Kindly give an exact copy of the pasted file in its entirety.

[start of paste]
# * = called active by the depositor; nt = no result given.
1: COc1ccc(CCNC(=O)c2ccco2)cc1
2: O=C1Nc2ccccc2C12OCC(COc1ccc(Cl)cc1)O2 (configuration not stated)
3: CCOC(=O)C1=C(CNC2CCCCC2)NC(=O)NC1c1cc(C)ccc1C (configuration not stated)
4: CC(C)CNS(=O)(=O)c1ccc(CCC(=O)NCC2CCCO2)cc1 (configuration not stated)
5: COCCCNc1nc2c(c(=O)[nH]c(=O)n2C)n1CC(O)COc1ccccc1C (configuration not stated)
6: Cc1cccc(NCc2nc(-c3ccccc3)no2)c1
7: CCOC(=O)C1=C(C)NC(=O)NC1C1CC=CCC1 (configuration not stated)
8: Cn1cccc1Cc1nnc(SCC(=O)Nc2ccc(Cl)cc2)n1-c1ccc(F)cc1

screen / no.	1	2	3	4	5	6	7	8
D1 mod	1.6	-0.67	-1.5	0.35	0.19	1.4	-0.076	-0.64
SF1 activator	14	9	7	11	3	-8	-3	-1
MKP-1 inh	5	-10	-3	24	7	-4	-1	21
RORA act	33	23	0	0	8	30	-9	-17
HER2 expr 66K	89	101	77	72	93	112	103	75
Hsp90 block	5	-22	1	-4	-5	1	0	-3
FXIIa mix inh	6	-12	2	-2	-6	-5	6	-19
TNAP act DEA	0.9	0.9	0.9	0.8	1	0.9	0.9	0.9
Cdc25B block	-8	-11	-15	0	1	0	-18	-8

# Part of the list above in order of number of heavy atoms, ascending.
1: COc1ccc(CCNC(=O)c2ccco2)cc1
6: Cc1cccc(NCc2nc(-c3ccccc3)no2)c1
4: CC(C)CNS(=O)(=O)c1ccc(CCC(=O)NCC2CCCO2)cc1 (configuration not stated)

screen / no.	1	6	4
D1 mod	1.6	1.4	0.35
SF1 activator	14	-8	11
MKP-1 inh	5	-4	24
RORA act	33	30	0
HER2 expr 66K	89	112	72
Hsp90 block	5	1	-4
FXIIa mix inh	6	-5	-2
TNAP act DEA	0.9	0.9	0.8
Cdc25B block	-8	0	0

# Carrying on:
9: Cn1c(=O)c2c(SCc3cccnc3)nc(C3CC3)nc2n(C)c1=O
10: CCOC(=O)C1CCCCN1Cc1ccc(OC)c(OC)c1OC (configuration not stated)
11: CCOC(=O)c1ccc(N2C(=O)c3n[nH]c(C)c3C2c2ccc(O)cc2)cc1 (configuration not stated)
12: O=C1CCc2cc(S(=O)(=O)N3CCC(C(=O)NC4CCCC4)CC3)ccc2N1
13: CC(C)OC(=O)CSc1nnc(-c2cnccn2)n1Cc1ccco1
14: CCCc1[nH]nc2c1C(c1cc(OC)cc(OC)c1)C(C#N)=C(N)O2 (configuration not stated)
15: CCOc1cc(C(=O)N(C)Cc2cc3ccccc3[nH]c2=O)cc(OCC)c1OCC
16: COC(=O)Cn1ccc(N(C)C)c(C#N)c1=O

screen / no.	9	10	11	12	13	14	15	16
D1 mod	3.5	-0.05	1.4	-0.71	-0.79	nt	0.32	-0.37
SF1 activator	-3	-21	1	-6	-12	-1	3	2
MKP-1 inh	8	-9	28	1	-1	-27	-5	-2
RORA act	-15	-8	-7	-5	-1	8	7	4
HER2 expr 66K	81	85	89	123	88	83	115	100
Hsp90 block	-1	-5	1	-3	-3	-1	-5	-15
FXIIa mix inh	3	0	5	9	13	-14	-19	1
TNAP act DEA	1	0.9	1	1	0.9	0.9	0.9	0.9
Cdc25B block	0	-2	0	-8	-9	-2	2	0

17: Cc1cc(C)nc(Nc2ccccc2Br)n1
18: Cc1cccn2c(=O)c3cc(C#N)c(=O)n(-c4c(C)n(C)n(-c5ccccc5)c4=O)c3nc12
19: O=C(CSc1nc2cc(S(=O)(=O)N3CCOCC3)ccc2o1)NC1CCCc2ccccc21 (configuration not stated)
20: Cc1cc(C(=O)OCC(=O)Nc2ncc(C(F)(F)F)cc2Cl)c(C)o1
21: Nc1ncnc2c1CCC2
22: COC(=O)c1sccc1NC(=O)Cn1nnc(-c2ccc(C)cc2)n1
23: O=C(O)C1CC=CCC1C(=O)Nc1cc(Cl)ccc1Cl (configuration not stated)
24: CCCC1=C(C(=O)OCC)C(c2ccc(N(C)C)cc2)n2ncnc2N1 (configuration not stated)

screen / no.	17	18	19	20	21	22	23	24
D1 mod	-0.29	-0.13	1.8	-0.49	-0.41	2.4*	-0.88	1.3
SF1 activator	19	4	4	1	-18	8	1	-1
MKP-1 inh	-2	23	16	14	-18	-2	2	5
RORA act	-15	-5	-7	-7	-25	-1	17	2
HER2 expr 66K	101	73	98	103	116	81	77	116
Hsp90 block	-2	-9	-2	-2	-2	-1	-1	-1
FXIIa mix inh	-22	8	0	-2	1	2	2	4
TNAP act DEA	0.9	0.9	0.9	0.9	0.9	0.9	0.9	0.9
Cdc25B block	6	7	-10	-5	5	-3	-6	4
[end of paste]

# * = called active by the depositor; nt = no result given.
1: COc1ccc(CCNC(=O)c2ccco2)cc1
2: O=C1Nc2ccccc2C12OCC(COc1ccc(Cl)cc1)O2 (configuration not stated)
3: CCOC(=O)C1=C(CNC2CCCCC2)NC(=O)NC1c1cc(C)ccc1C (configuration not stated)
4: CC(C)CNS(=O)(=O)c1ccc(CCC(=O)NCC2CCCO2)cc1 (configuration not stated)
5: COCCCNc1nc2c(c(=O)[nH]c(=O)n2C)n1CC(O)COc1ccccc1C (configuration not stated)
6: Cc1cccc(NCc2nc(-c3ccccc3)no2)c1
7: CCOC(=O)C1=C(C)NC(=O)NC1C1CC=CCC1 (configuration not stated)
8: Cn1cccc1Cc1nnc(SCC(=O)Nc2ccc(Cl)cc2)n1-c1ccc(F)cc1

screen / no.	1	2	3	4	5	6	7	8
D1 mod	1.6	-0.67	-1.5	0.35	0.19	1.4	-0.076	-0.64
SF1 activator	14	9	7	11	3	-8	-3	-1
MKP-1 inh	5	-10	-3	24	7	-4	-1	21
RORA act	33	23	0	0	8	30	-9	-17
HER2 expr 66K	89	101	77	72	93	112	103	75
Hsp90 block	5	-22	1	-4	-5	1	0	-3
FXIIa mix inh	6	-12	2	-2	-6	-5	6	-19
TNAP act DEA	0.9	0.9	0.9	0.8	1	0.9	0.9	0.9
Cdc25B block	-8	-11	-15	0	1	0	-18	-8

# Part of the list above in order of number of heavy atoms, ascending.
1: COc1ccc(CCNC(=O)c2ccco2)cc1
6: Cc1cccc(NCc2nc(-c3ccccc3)no2)c1
4: CC(C)CNS(=O)(=O)c1ccc(CCC(=O)NCC2CCCO2)cc1 (configuration not stated)

screen / no.	1	6	4
D1 mod	1.6	1.4	0.35
SF1 activator	14	-8	11
MKP-1 inh	5	-4	24
RORA act	33	30	0
HER2 expr 66K	89	112	72
Hsp90 block	5	1	-4
FXIIa mix inh	6	-5	-2
TNAP act DEA	0.9	0.9	0.8
Cdc25B block	-8	0	0

# Carrying on:
9: Cn1c(=O)c2c(SCc3cccnc3)nc(C3CC3)nc2n(C)c1=O
10: CCOC(=O)C1CCCCN1Cc1ccc(OC)c(OC)c1OC (configuration not stated)
11: CCOC(=O)c1ccc(N2C(=O)c3n[nH]c(C)c3C2c2ccc(O)cc2)cc1 (configuration not stated)
12: O=C1CCc2cc(S(=O)(=O)N3CCC(C(=O)NC4CCCC4)CC3)ccc2N1
13: CC(C)OC(=O)CSc1nnc(-c2cnccn2)n1Cc1ccco1
14: CCCc1[nH]nc2c1C(c1cc(OC)cc(OC)c1)C(C#N)=C(N)O2 (configuration not stated)
15: CCOc1cc(C(=O)N(C)Cc2cc3ccccc3[nH]c2=O)cc(OCC)c1OCC
16: COC(=O)Cn1ccc(N(C)C)c(C#N)c1=O

screen / no.	9	10	11	12	13	14	15	16
D1 mod	3.5	-0.05	1.4	-0.71	-0.79	nt	0.32	-0.37
SF1 activator	-3	-21	1	-6	-12	-1	3	2
MKP-1 inh	8	-9	28	1	-1	-27	-5	-2
RORA act	-15	-8	-7	-5	-1	8	7	4
HER2 expr 66K	81	85	89	123	88	83	115	100
Hsp90 block	-1	-5	1	-3	-3	-1	-5	-15
FXIIa mix inh	3	0	5	9	13	-14	-19	1
TNAP act DEA	1	0.9	1	1	0.9	0.9	0.9	0.9
Cdc25B block	0	-2	0	-8	-9	-2	2	0

17: Cc1cc(C)nc(Nc2ccccc2Br)n1
18: Cc1cccn2c(=O)c3cc(C#N)c(=O)n(-c4c(C)n(C)n(-c5ccccc5)c4=O)c3nc12
19: O=C(CSc1nc2cc(S(=O)(=O)N3CCOCC3)ccc2o1)NC1CCCc2ccccc21 (configuration not stated)
20: Cc1cc(C(=O)OCC(=O)Nc2ncc(C(F)(F)F)cc2Cl)c(C)o1
21: Nc1ncnc2c1CCC2
22: COC(=O)c1sccc1NC(=O)Cn1nnc(-c2ccc(C)cc2)n1
23: O=C(O)C1CC=CCC1C(=O)Nc1cc(Cl)ccc1Cl (configuration not stated)
24: CCCC1=C(C(=O)OCC)C(c2ccc(N(C)C)cc2)n2ncnc2N1 (configuration not stated)

screen / no.	17	18	19	20	21	22	23	24
D1 mod	-0.29	-0.13	1.8	-0.49	-0.41	2.4*	-0.88	1.3
SF1 activator	19	4	4	1	-18	8	1	-1
MKP-1 inh	-2	23	16	14	-18	-2	2	5
RORA act	-15	-5	-7	-7	-25	-1	17	2
HER2 expr 66K	101	73	98	103	116	81	77	116
Hsp90 block	-2	-9	-2	-2	-2	-1	-1	-1
FXIIa mix inh	-22	8	0	-2	1	2	2	4
TNAP act DEA	0.9	0.9	0.9	0.9	0.9	0.9	0.9	0.9
Cdc25B block	6	7	-10	-5	5	-3	-6	4